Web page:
Today’s guest picture comes from my friend and ex-work colleague Ada. She has been on Tenerife and sent me this atmospheric picture of the Tiede Volcanic National Park there.
We had another day here that was better than we might have expected from the forecast of a few days ago, generally cloudy and quite breezy, but dry and with an occasional glimpse of sunshine.
We had a quiet morning in with coffee by ourselves. After coffee, I had a look at the birds. Traffic was light, but the feeder occasionally got busy. There were often birds waiting in the wings on the willows too.
I liked this out of focus goldfinch which looked as though it was working out the best way to get onto that vacant perch and into the picture.
I went out into the garden and sieved a bit of the excellent compost from Bin D. Mrs Tootlepedal tells me that she is using it to improve the soil in the dahlia beds.
I went back in and finished off some outstanding business for the Archive Group charity return and then went round to the post box to post the forms off. A glitch in the regulator’s website meant that I couldn’t complete the whole process which was annoying.
After lunch, with the weather looking to stay dry, I got my new cycling month off to a start with a trip on my road bike. It was only a few miles before I was a bit sorry that I hadn’t gone out on my electric bike. The wind turned out to be very gusty at times and my legs weren’t in the mood to hurry along at all. However, I coped with the difficulty by proceeding at a very slow pace over Callister. Before I got to the hill, I stopped to admire the larches beside the Bigholms Burn . . .
. . . and I was going so slowly up the hill itself that it was no problem at all to stop when I noticed a striking patch of moss on the wall beside the road.
I took a closer look . . .
. . . and then took an interest in the rest of the life on the wall.
I battled on, over the hill and down the other side, still having to pedal quite hard while going downhill into the brisk wind.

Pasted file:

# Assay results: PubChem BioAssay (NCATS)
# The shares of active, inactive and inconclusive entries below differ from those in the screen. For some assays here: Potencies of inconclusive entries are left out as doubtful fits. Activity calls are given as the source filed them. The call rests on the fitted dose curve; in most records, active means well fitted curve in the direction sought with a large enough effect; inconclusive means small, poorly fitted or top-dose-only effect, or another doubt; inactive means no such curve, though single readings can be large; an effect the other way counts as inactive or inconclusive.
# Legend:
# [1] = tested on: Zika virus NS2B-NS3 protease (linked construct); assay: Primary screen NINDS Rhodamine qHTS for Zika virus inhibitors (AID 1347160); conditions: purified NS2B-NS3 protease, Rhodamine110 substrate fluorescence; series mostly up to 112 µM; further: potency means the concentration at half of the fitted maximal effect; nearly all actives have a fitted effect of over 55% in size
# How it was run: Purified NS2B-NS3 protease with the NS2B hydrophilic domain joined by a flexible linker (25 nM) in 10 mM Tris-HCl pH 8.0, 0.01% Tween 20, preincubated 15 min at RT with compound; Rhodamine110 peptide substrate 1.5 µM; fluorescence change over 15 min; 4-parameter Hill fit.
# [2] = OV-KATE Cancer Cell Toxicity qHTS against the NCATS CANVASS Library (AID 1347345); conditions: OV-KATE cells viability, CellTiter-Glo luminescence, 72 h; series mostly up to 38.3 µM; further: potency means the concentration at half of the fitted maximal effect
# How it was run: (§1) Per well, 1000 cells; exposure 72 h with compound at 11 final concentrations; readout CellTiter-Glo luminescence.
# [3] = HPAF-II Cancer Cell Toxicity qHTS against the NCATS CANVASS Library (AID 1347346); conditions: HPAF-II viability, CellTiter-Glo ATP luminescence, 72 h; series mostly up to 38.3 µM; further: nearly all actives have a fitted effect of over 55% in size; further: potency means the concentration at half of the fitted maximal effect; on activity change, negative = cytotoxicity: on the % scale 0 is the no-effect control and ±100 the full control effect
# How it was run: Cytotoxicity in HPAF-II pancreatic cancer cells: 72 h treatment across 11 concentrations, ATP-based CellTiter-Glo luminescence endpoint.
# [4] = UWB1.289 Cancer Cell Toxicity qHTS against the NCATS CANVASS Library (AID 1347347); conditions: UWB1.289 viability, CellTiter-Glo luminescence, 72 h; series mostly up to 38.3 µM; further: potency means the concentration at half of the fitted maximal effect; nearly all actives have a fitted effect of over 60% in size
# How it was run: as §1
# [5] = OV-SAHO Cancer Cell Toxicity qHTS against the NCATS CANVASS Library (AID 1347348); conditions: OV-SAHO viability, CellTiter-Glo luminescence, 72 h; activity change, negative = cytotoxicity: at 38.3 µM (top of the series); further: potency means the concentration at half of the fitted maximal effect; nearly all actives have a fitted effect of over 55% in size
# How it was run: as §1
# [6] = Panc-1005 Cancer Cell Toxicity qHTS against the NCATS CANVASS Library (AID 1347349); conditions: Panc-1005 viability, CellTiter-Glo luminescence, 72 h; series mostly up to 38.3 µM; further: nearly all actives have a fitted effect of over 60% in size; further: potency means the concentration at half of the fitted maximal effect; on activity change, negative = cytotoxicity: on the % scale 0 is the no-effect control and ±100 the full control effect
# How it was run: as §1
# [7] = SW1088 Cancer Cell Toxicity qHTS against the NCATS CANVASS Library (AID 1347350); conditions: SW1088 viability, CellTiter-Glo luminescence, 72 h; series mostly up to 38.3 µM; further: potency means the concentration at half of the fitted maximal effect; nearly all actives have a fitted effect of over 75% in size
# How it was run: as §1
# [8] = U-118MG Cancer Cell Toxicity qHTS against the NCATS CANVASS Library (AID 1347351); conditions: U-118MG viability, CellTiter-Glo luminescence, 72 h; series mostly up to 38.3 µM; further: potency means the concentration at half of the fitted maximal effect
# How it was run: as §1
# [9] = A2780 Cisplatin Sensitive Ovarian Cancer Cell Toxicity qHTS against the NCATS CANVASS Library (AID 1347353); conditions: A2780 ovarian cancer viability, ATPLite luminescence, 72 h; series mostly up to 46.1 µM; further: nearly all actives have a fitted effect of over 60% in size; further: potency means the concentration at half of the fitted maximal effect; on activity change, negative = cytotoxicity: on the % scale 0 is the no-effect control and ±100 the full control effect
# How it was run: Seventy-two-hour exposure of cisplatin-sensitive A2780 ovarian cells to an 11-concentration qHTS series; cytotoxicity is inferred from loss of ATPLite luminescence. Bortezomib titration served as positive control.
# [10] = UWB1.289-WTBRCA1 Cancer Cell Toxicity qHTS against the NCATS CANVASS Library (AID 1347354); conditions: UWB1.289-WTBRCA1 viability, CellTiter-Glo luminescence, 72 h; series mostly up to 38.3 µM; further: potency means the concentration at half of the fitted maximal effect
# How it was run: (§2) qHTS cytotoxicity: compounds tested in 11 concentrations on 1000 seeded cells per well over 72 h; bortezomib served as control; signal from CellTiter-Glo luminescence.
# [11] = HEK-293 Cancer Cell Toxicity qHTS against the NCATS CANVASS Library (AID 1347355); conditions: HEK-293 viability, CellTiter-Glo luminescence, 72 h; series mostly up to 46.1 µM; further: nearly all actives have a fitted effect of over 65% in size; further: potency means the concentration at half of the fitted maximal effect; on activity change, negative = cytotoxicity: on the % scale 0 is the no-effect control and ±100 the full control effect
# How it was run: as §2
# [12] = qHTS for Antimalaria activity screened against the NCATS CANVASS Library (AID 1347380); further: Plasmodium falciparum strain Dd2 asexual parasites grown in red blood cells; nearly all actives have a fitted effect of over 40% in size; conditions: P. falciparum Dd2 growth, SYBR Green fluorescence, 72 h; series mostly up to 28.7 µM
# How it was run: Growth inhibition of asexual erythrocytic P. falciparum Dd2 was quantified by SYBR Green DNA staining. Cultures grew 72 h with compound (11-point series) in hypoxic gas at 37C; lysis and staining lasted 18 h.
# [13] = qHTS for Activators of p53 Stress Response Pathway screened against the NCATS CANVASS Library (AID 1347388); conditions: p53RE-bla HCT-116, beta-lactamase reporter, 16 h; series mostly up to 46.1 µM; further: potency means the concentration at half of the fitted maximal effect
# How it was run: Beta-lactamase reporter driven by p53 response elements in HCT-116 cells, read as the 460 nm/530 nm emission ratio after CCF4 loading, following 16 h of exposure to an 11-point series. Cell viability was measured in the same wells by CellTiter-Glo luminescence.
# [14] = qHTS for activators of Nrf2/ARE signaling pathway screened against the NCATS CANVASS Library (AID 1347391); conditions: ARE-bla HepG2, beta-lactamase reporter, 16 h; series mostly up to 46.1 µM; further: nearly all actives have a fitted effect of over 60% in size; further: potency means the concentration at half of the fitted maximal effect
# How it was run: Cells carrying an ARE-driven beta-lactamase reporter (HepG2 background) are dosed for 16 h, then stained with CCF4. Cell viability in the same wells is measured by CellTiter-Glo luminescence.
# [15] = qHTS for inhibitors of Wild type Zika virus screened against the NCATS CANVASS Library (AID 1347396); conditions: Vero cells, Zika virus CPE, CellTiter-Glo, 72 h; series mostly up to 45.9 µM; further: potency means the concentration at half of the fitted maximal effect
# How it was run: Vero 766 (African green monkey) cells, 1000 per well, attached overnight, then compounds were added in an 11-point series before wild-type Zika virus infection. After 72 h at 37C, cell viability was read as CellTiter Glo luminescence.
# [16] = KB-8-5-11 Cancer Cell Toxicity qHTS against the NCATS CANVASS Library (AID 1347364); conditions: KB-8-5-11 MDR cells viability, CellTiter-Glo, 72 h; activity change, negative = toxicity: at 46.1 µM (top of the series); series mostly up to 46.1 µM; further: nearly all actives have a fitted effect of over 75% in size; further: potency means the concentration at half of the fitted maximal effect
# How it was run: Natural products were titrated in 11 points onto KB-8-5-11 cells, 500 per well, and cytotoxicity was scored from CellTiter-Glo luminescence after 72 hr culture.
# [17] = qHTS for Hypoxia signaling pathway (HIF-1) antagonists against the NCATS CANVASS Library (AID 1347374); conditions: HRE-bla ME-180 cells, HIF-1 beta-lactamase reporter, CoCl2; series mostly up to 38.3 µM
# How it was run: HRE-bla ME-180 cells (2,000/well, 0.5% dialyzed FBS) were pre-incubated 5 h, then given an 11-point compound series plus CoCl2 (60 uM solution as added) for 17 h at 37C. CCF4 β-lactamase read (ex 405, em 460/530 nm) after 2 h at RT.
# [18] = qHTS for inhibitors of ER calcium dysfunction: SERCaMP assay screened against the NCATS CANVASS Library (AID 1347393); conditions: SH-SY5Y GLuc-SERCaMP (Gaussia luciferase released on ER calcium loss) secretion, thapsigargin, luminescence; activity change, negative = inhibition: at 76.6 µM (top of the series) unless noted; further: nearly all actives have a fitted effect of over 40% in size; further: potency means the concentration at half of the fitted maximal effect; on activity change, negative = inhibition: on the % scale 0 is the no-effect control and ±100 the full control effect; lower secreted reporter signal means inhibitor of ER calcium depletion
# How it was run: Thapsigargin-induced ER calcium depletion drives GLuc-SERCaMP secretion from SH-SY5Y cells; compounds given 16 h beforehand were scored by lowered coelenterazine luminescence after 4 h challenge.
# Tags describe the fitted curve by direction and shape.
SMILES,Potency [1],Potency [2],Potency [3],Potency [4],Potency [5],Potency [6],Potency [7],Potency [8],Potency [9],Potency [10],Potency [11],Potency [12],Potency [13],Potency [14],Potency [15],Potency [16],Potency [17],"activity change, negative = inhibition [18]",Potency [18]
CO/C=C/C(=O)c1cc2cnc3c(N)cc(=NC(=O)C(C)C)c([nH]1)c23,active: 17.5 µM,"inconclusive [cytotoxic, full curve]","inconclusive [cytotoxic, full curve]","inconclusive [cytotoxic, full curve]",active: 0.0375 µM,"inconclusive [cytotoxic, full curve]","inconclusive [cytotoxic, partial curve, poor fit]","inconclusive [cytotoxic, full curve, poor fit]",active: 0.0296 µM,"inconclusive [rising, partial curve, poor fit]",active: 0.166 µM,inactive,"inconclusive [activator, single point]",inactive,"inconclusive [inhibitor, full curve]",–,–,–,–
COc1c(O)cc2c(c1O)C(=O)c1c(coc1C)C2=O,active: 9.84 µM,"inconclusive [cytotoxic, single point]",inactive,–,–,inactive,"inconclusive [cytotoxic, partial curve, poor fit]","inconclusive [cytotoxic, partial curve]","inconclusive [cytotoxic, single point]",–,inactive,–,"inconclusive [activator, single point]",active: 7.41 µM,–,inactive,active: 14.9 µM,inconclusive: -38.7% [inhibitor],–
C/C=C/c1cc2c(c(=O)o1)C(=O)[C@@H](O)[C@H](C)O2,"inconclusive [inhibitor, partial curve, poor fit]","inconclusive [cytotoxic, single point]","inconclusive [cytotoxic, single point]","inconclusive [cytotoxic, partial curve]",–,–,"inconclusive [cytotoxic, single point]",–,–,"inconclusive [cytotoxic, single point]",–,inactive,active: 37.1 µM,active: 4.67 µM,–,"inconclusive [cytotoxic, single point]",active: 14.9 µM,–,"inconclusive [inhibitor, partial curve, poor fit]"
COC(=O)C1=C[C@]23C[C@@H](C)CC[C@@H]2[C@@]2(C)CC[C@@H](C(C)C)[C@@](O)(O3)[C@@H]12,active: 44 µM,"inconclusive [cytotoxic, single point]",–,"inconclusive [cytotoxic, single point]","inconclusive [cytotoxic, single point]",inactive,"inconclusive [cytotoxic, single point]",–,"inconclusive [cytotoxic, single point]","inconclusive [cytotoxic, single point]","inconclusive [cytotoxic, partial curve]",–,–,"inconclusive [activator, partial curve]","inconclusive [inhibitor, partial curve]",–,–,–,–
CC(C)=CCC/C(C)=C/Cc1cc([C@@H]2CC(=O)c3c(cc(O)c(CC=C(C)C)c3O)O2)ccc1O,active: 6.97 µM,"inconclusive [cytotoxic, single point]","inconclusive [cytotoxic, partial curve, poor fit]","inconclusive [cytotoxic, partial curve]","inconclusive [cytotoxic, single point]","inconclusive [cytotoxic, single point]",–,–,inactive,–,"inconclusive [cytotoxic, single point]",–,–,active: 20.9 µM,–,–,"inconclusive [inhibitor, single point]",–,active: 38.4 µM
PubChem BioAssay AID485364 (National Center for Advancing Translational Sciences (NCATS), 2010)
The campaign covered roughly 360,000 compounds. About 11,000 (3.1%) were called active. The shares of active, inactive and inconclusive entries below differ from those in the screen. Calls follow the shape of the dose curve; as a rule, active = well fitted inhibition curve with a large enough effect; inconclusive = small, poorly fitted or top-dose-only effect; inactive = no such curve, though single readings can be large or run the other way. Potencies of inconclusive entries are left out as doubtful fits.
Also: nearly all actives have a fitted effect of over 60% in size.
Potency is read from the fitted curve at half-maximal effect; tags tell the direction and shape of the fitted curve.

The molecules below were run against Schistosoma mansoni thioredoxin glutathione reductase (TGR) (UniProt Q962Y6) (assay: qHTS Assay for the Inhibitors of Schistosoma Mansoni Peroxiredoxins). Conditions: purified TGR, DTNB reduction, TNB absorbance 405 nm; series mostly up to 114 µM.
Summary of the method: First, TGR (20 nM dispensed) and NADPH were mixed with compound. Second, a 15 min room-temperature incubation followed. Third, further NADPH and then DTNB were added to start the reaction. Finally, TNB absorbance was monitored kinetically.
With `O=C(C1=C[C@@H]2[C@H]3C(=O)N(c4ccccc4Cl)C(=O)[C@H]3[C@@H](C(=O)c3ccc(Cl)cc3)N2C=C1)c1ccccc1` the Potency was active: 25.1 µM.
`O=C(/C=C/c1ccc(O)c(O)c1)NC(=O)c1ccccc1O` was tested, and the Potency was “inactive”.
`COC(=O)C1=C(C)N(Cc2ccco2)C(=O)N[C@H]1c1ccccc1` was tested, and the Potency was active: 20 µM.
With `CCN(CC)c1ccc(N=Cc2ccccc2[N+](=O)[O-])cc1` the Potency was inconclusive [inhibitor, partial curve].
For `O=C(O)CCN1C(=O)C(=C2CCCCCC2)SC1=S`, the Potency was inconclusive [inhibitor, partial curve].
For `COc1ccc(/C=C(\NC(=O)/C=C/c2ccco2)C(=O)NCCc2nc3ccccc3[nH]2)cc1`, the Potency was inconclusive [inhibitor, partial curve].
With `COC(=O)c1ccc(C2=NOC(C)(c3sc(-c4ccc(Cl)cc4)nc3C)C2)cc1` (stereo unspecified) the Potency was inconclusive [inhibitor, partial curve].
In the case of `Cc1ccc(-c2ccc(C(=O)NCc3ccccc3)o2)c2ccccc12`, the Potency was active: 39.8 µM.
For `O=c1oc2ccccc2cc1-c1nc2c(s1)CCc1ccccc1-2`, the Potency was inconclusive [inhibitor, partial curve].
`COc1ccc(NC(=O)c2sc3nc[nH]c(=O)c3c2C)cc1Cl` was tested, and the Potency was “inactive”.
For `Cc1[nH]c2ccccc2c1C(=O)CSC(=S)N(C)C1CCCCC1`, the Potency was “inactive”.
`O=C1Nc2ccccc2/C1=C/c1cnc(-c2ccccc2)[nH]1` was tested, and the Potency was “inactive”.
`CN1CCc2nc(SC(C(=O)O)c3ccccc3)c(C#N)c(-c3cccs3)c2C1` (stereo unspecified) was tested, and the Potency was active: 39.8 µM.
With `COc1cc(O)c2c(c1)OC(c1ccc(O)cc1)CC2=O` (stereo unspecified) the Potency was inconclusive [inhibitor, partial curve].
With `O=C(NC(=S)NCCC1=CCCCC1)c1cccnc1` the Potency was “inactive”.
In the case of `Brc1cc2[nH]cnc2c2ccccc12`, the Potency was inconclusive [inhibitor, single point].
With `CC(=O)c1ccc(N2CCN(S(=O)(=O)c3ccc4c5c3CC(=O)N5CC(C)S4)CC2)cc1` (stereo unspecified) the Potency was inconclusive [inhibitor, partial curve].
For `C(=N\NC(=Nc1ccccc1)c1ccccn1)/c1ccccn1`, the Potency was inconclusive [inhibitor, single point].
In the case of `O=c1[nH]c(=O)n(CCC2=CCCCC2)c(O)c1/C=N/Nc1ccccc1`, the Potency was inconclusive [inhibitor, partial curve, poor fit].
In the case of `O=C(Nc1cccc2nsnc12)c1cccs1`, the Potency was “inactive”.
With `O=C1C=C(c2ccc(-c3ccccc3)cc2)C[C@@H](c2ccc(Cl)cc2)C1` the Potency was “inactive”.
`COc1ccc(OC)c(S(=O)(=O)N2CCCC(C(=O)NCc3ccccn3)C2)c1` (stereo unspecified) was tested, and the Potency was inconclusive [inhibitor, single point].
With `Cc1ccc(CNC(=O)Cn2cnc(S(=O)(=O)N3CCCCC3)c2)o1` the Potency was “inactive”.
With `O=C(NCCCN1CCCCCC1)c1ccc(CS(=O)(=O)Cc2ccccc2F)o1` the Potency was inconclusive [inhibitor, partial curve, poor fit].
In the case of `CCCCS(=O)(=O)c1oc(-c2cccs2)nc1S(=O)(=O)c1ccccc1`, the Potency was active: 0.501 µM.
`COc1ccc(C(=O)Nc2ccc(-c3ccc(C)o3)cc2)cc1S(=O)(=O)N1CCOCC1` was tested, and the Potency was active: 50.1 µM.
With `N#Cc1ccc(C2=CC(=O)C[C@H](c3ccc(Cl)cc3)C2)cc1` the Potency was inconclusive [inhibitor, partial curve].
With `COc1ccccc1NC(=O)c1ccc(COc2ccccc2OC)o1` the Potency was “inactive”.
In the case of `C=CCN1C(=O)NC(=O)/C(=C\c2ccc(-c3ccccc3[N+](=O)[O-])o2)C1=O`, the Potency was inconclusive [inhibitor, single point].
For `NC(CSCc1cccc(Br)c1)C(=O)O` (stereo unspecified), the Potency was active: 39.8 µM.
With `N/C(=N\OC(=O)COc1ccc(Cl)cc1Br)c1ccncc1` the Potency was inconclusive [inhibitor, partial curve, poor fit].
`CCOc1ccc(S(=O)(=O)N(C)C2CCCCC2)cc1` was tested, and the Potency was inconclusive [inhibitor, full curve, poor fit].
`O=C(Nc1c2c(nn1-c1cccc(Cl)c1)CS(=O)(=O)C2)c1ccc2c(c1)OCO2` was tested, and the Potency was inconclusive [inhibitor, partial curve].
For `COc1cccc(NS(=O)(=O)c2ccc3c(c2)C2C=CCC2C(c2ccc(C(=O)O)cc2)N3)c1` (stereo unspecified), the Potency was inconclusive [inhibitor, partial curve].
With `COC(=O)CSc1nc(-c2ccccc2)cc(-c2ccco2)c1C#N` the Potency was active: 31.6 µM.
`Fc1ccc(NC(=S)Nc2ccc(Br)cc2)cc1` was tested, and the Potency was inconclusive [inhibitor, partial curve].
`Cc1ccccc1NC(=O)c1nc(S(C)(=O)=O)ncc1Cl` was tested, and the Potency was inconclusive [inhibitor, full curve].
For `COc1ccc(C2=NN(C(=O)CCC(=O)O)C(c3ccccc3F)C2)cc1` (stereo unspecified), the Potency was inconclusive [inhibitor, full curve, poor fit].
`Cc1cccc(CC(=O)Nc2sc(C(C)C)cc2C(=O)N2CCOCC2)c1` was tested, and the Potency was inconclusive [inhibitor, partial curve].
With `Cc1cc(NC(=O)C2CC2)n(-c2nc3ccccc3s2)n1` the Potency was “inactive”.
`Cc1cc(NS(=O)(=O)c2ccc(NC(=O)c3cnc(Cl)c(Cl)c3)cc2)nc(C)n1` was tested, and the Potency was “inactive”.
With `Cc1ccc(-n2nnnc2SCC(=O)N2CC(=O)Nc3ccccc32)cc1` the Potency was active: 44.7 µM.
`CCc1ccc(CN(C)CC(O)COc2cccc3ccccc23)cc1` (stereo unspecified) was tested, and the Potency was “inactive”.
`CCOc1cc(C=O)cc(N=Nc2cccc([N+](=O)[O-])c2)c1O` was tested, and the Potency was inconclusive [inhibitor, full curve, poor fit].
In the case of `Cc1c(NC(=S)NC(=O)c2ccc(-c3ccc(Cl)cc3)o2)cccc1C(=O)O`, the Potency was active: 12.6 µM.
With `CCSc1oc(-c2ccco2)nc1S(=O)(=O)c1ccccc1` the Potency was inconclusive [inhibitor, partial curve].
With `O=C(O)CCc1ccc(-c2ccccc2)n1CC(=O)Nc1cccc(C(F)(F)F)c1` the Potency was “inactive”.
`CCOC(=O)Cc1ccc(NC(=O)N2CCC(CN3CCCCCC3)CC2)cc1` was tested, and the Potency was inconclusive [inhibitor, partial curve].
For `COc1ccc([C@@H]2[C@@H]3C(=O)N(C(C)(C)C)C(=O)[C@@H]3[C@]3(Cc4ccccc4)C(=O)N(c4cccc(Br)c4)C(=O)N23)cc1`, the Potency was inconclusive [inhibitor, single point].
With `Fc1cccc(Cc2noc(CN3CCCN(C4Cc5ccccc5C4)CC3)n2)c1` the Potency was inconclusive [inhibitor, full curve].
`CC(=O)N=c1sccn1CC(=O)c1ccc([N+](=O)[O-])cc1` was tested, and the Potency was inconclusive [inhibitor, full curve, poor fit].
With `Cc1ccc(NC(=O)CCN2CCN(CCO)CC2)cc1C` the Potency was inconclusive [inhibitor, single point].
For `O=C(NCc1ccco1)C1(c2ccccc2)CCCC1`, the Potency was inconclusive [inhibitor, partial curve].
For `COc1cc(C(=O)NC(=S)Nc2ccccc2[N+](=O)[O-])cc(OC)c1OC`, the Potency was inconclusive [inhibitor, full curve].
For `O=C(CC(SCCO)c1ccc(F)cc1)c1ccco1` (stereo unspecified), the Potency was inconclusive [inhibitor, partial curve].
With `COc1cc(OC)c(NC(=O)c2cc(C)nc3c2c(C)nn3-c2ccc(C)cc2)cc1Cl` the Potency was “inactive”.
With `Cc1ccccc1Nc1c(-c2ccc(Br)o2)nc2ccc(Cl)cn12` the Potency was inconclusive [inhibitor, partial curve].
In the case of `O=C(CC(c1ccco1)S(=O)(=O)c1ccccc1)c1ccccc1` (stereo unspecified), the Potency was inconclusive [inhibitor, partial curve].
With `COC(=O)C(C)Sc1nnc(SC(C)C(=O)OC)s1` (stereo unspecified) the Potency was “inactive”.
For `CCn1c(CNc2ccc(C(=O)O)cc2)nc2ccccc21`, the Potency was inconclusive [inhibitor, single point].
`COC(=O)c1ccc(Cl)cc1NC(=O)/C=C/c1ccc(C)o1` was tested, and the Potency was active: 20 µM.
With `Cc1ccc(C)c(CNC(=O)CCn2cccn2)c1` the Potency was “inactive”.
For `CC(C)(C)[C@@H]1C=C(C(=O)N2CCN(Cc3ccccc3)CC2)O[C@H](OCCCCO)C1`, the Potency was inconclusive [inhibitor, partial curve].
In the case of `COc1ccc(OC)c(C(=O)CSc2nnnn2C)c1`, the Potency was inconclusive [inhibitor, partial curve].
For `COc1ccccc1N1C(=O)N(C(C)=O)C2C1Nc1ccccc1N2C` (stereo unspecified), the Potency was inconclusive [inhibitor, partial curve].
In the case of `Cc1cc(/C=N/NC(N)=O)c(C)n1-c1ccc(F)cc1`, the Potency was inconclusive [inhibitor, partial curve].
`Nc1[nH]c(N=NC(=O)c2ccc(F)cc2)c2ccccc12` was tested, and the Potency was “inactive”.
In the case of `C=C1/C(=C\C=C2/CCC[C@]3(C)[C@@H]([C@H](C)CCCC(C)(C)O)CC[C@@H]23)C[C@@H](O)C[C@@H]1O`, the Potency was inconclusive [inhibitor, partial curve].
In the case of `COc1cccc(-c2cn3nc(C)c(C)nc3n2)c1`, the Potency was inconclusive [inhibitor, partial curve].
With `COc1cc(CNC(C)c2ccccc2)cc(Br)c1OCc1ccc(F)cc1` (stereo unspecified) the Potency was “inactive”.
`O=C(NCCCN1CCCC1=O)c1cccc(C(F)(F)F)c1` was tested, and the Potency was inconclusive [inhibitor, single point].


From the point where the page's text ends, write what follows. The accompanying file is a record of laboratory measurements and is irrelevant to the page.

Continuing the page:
A brisk wind doesn’t encourage you to sit up straight and look around, so I stayed hunched over the handlebars until I got to a more sheltered spot in a valley where this tree on the slope above me caught my eye.
It took me more than an hour to do the ten and a half miles to Paddockhole, where I stopped for a drink, a date or two, and a look round.
I looked at the Water of Milk from the bridge, realising that autumn colour has almost gone now.
There are a lot of these plants on the bank beside the bridge.
I got a good deal of help from the wind on my way home, but my legs were in a very unhelpful mood so I wasn’t a great deal quicker on the way back than I had been on the way out. Still, I enjoyed the outing in spite of the slow progress.
Mrs Tootlepedal was at work in the garden when I got home and I had a look round. Things are fading away day by day but I could still find four dahlias . . .
. . . two fuchsias . . .
. . . two patio roses . . .
. . . and in the vegetable garden, a lot of verbena . . .
. . . along with a forest of mustard and a field of phacelia.
To put the record straight, the garden actually looks like this . . .
. . . but Special Grandma isn’t acknowledging that it is November at all.
Mrs Tootlepedal had used our new air fryer machine to bake a small cake, and several slices of that went down very well with a cup of tea when we went in.
I used it to make some vegetarian sausage rolls with the excess pastry left over from the tarte tatin. We are getting to grips with its possibilities.
Looking at the forecast, tomorrow should be a very good day for staying in and practising songs for the choir.
No flying bird of the day today. A nibbling goldfinch will have to do.